GRIFFIN INTERNET SYNDICATE, OCTOBER 16, 2001 – This is a season of patriotism, but also of something that is easily mistaken for patriotism; namely, nationalism. The difference is vital.
G.K. Chesterton once observed that Rudyard Kipling, the great poet of British imperialism, suffered from a “lack of patriotism.” He explained: “He admires England, but he does not love her; for we admire things with reasons, but love them without reasons. He admires England because she is strong, not because she is English.”
In the same way, many Americans admire America for being strong, not for being American. For them America has to be “the greatest country on earth” in order to be worthy of their devotion. If it were only the 2nd-greatest, or the 19th-greatest, or, heaven forbid, “a 3rd-rate power,” it would be virtually worthless.
This is nationalism, not patriotism. Patriotism is like family love. You love your family just for being your family, not for being “the greatest family on earth” (whatever that might mean) or for being “better” than other families. You don’t feel threatened when other people love their families the same way. On the contrary, you respect their love, and you take comfort in knowing they respect yours. You don’t feel your family is enhanced by feuding with other families.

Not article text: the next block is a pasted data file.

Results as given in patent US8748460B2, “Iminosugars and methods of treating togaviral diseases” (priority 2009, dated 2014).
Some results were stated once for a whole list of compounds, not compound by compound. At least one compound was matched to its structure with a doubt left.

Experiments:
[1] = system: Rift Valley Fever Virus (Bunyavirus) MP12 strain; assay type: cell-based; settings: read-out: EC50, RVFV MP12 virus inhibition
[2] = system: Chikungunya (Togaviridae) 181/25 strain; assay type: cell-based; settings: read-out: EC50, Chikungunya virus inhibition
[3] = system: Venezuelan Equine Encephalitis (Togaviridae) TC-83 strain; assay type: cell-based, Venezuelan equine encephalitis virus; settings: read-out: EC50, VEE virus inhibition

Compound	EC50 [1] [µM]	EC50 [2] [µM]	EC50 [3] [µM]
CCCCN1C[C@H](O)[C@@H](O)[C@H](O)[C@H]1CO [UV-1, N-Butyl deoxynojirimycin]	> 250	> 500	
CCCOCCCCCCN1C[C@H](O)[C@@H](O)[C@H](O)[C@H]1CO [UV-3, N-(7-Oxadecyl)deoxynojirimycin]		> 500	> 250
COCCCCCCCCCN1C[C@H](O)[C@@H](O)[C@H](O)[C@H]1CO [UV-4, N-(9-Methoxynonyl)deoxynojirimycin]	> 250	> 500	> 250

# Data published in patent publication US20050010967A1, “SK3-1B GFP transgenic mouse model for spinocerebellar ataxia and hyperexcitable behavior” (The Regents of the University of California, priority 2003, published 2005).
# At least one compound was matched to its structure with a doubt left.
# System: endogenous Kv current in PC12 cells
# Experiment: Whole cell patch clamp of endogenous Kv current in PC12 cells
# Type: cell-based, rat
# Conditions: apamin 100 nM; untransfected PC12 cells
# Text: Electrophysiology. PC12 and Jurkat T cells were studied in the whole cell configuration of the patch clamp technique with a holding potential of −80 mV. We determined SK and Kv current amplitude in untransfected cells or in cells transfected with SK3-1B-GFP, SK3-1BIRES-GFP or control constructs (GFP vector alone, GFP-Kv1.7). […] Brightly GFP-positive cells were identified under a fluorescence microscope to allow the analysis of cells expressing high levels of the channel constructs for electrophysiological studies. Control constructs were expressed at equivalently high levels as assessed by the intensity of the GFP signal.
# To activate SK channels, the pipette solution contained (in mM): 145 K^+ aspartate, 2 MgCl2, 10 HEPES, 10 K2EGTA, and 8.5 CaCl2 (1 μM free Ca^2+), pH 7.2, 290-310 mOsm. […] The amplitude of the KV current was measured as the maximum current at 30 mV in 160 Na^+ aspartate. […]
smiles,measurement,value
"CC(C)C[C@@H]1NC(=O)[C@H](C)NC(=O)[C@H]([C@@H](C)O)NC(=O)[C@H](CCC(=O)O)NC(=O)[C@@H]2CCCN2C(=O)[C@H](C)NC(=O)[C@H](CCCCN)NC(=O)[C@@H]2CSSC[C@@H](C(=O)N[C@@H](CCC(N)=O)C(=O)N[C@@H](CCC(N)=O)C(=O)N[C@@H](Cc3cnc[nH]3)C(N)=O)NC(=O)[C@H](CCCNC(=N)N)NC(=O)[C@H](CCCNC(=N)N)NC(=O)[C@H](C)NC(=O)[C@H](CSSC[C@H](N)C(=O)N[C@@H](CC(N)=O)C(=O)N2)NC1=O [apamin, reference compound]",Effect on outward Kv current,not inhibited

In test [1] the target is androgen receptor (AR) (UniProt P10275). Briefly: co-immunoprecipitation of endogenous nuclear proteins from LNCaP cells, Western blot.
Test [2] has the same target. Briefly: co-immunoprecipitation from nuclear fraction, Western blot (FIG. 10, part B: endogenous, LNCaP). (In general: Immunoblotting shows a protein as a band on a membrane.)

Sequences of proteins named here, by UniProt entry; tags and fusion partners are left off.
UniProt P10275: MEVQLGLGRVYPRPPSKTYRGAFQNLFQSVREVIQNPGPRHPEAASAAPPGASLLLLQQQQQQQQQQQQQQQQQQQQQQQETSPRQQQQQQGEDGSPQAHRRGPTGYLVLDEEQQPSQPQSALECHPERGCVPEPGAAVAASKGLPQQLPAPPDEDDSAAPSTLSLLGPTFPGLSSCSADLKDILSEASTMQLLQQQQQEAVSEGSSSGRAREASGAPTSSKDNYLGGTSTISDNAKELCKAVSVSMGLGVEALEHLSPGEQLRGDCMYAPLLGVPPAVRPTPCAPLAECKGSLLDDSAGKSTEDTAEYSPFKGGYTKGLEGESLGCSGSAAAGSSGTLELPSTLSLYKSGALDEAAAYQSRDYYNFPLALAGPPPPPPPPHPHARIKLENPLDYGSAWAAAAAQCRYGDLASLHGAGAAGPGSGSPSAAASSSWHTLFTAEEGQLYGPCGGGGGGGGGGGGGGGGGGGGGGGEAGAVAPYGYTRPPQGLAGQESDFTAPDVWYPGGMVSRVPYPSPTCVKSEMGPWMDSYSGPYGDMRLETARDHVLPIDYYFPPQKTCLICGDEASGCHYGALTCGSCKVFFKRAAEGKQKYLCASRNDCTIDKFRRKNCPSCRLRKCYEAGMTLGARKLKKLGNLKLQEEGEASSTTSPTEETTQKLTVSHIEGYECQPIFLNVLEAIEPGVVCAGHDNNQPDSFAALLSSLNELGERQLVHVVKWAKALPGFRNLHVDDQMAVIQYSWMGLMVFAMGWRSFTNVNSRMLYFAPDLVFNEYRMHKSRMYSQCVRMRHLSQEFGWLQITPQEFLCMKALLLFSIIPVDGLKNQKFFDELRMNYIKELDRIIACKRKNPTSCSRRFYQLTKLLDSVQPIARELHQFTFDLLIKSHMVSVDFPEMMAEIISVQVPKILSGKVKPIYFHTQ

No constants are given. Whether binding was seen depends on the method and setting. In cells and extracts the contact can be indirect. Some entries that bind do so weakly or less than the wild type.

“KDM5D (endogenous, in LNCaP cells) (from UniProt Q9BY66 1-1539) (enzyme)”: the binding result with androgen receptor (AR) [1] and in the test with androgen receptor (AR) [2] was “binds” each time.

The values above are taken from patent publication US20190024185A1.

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While patriotism is a form of affection, nationalism, it has often been said, is grounded in resentment and rivalry; it’s often defined by its enemies and traitors, real or supposed. It is militant by nature, and its typical style is belligerent. Patriotism, by contrast, is peaceful until forced to fight.
The patriot differs from the…